From Middle High German knobelouch, with dissimilation from Old High German chlobalouh (literally “clove-leek”); compare klieben (“cleave”) and Lauch (“leek”). The initial kl- was later adapted to the large group of terms for thick objects beginning with kn- (cf. Knopf, Knoten, Knolle, etc.). The same in Dutch knoflook.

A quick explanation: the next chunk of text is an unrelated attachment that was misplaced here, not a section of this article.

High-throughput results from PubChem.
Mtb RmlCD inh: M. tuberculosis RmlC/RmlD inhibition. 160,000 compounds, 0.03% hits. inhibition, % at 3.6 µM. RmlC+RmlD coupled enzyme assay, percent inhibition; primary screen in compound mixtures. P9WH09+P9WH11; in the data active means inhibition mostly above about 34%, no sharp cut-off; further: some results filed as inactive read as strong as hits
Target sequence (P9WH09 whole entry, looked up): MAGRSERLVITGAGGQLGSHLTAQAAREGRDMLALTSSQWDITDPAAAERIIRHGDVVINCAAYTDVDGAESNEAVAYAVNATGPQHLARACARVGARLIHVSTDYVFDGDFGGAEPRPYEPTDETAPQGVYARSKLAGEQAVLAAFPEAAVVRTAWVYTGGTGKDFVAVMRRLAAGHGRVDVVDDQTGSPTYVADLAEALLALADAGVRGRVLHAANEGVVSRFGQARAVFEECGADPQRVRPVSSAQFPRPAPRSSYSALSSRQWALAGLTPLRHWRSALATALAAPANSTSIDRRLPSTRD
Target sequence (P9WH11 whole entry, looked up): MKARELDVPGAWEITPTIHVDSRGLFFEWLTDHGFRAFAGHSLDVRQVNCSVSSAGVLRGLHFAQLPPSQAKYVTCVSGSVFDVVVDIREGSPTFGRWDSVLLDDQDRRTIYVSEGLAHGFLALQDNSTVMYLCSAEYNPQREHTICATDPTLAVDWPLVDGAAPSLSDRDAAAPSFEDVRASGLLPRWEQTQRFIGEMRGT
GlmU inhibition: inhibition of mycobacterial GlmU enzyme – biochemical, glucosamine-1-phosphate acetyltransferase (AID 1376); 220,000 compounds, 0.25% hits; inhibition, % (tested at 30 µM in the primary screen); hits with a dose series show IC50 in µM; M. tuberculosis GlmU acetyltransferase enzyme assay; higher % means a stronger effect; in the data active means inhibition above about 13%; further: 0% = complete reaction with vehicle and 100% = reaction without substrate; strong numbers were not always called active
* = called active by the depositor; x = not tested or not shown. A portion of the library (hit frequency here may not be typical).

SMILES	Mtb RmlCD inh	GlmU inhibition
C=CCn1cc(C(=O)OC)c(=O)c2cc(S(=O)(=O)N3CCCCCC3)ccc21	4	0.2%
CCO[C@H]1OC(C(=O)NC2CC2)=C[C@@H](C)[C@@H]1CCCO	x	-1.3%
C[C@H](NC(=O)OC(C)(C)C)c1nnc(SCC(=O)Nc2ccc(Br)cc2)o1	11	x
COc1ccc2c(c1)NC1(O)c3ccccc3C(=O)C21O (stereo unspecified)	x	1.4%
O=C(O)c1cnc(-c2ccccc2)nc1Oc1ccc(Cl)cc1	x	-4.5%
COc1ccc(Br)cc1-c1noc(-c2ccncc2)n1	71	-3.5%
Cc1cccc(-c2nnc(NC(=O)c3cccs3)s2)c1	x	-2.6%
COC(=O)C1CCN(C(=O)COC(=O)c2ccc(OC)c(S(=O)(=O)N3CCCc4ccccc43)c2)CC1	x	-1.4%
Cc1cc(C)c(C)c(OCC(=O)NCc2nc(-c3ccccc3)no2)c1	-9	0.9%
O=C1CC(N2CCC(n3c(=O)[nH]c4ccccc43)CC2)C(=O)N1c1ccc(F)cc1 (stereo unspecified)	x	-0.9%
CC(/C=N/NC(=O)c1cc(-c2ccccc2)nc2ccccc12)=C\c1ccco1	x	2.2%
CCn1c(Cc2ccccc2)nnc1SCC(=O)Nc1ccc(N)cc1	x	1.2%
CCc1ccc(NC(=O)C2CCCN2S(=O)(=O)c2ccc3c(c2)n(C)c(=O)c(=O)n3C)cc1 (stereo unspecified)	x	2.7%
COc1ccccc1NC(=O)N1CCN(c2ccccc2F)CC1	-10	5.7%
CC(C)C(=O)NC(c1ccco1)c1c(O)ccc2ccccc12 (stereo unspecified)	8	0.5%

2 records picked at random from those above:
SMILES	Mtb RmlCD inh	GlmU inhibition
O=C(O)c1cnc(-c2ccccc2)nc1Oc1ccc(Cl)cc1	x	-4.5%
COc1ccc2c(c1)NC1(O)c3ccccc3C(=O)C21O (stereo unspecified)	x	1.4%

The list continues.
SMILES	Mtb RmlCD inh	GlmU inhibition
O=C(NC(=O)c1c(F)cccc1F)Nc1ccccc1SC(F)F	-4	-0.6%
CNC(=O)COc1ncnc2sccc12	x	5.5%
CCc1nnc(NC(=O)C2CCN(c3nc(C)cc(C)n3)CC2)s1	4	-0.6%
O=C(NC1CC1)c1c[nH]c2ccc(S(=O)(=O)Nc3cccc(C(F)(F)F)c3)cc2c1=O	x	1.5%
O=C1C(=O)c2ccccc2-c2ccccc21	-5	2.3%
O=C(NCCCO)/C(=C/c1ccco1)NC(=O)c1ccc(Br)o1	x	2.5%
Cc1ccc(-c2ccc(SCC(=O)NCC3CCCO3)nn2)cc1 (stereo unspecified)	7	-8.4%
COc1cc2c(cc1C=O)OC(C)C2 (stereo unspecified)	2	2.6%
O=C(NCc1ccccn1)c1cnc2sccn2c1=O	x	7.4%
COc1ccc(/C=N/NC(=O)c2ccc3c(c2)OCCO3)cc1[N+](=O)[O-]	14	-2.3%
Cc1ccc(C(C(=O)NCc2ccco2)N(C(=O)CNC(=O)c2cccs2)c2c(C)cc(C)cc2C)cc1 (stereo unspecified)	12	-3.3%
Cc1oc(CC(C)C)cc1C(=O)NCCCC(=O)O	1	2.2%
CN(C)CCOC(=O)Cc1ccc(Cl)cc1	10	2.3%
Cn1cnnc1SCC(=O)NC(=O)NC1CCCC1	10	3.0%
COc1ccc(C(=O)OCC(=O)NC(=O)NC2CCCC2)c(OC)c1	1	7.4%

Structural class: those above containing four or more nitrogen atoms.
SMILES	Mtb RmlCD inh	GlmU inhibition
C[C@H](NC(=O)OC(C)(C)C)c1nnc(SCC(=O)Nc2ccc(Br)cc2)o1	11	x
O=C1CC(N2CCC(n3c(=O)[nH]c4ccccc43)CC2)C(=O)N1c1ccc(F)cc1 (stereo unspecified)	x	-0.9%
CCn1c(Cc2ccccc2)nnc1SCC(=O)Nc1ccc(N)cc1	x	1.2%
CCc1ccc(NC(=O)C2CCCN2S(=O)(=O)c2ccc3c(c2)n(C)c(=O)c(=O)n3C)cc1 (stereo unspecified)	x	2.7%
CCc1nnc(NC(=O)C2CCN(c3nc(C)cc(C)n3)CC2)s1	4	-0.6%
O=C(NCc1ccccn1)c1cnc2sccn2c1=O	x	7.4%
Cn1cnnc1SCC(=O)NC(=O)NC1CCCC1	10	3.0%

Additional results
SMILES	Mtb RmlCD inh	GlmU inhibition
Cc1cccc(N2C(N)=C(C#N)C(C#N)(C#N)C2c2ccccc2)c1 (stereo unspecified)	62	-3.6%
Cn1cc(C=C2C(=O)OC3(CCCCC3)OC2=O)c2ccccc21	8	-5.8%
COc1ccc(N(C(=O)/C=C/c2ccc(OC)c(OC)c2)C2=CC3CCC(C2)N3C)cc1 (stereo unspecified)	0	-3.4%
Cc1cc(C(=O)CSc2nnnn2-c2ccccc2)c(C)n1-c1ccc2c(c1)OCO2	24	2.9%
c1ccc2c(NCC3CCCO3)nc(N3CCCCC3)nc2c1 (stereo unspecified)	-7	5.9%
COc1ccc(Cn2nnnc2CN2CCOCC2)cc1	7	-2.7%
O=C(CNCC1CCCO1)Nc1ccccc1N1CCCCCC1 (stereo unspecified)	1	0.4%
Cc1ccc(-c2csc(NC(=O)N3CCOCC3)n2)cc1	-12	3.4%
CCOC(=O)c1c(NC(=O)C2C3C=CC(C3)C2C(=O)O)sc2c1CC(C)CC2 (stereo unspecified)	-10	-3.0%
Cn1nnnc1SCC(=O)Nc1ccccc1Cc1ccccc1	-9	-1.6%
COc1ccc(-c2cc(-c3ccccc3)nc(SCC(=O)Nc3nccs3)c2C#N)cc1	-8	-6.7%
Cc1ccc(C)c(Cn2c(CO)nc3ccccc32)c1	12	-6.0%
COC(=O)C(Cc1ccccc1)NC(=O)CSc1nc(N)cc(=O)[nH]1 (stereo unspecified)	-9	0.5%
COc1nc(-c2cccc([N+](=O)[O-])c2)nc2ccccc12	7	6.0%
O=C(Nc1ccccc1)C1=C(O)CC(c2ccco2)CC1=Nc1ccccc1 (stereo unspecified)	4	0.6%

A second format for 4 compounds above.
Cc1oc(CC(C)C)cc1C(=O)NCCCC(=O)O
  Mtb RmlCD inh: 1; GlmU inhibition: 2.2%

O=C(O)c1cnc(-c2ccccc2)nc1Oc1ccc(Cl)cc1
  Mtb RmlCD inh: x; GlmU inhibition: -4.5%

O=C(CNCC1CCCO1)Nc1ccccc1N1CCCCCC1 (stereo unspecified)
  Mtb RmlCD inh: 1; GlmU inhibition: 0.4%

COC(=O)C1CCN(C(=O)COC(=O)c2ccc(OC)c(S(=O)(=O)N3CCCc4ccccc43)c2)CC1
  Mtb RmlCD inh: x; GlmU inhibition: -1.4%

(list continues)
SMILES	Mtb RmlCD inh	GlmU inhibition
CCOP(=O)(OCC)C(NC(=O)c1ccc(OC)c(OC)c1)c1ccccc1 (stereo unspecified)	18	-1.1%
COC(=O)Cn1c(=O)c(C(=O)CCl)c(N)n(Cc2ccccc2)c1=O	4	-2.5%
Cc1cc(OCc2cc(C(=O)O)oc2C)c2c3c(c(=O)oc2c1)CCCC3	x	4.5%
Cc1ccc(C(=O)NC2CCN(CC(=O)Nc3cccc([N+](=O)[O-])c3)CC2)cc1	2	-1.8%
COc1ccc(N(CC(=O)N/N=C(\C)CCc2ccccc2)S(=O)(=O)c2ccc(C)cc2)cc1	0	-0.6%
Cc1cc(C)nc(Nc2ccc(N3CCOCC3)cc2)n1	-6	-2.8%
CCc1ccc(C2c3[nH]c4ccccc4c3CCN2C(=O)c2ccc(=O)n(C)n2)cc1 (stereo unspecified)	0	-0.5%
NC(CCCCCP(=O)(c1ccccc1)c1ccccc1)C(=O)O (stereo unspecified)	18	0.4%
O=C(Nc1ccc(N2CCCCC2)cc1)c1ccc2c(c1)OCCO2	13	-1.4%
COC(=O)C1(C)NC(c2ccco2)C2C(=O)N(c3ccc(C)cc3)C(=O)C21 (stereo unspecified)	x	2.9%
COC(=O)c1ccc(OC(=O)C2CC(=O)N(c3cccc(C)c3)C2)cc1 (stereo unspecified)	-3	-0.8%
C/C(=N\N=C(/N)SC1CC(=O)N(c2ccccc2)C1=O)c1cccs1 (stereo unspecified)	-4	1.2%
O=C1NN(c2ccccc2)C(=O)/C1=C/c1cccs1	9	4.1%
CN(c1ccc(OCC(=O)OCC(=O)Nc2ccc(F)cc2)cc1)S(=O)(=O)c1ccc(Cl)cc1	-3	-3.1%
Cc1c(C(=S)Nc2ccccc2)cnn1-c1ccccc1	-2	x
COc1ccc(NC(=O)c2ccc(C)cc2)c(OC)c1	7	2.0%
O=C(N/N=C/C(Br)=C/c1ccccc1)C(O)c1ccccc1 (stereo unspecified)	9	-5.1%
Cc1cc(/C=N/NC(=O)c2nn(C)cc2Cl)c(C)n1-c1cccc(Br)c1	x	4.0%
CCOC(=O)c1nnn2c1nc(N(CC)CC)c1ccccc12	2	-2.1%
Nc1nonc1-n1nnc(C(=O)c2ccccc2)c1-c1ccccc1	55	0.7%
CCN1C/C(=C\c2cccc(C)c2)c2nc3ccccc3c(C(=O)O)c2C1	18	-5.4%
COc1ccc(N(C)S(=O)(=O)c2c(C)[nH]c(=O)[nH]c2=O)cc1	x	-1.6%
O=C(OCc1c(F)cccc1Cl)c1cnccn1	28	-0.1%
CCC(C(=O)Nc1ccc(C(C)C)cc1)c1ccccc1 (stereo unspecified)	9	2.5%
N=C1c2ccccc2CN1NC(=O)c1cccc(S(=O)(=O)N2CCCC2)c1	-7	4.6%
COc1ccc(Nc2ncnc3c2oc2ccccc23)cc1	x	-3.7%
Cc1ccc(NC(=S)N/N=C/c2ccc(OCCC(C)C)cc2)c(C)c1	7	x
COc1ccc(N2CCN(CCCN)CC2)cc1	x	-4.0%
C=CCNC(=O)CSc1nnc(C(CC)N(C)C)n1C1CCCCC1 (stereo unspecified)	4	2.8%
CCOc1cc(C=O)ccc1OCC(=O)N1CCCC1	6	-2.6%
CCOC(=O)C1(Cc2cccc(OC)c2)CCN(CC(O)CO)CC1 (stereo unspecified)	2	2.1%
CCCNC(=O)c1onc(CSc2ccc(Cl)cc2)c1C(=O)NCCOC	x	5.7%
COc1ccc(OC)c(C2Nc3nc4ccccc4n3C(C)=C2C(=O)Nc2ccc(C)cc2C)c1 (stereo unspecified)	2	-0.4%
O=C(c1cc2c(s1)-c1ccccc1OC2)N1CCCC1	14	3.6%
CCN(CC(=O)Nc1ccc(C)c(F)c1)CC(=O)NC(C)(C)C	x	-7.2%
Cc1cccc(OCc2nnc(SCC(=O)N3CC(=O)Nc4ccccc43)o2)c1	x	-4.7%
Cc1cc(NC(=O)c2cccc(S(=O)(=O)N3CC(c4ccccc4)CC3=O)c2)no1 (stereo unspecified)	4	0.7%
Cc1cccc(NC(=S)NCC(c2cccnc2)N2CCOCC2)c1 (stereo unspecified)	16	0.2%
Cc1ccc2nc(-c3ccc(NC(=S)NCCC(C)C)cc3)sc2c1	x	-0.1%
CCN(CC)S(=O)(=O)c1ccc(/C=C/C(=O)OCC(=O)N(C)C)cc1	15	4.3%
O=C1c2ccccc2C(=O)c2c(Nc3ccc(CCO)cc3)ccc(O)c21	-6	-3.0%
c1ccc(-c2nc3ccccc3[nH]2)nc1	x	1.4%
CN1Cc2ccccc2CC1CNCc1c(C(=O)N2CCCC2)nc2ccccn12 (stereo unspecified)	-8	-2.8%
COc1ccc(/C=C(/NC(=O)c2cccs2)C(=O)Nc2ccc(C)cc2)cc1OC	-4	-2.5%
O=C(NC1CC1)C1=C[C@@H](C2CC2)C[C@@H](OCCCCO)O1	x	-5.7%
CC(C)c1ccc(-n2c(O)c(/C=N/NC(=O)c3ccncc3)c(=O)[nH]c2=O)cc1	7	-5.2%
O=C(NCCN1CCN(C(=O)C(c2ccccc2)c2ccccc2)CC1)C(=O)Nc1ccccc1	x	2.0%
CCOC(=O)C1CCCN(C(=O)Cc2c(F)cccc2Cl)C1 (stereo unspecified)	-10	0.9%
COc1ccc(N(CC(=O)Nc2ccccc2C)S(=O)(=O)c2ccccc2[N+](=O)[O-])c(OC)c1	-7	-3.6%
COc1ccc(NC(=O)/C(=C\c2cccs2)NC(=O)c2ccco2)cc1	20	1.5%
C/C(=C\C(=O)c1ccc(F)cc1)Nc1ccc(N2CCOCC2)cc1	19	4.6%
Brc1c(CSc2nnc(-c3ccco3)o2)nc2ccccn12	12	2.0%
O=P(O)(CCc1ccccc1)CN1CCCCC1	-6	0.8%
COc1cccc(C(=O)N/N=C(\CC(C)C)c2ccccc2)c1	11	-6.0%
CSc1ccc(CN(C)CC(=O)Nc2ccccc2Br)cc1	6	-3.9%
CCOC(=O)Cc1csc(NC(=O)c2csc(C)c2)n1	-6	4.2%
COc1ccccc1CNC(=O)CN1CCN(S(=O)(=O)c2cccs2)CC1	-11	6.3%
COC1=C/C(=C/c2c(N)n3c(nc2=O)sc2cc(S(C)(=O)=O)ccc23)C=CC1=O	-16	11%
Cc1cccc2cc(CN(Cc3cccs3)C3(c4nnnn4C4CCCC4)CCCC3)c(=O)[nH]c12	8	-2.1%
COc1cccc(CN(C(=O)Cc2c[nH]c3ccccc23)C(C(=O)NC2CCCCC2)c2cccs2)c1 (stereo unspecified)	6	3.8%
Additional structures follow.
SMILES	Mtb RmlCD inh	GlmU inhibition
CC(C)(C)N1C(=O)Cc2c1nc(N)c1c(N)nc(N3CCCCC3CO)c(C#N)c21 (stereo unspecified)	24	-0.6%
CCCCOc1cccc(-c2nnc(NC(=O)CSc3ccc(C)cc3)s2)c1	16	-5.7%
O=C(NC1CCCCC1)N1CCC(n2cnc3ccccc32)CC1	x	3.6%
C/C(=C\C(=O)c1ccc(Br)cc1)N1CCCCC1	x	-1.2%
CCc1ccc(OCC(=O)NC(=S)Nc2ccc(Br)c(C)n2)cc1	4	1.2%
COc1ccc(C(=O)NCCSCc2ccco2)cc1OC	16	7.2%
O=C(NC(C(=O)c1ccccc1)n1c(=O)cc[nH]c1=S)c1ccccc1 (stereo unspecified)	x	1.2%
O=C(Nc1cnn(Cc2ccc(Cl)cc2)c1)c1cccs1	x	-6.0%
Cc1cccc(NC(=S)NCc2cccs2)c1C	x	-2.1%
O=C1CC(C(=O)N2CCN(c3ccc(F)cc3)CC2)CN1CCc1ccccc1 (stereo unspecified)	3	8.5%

- IPA(key): /ˈknoːpˌlaʊ̯x/ (official standard)
- IPA(key): /ˈknoːˌblaʊ̯x/ (more common)
- Hyphenation: Knob‧lauch
- Knoblauch in Duden online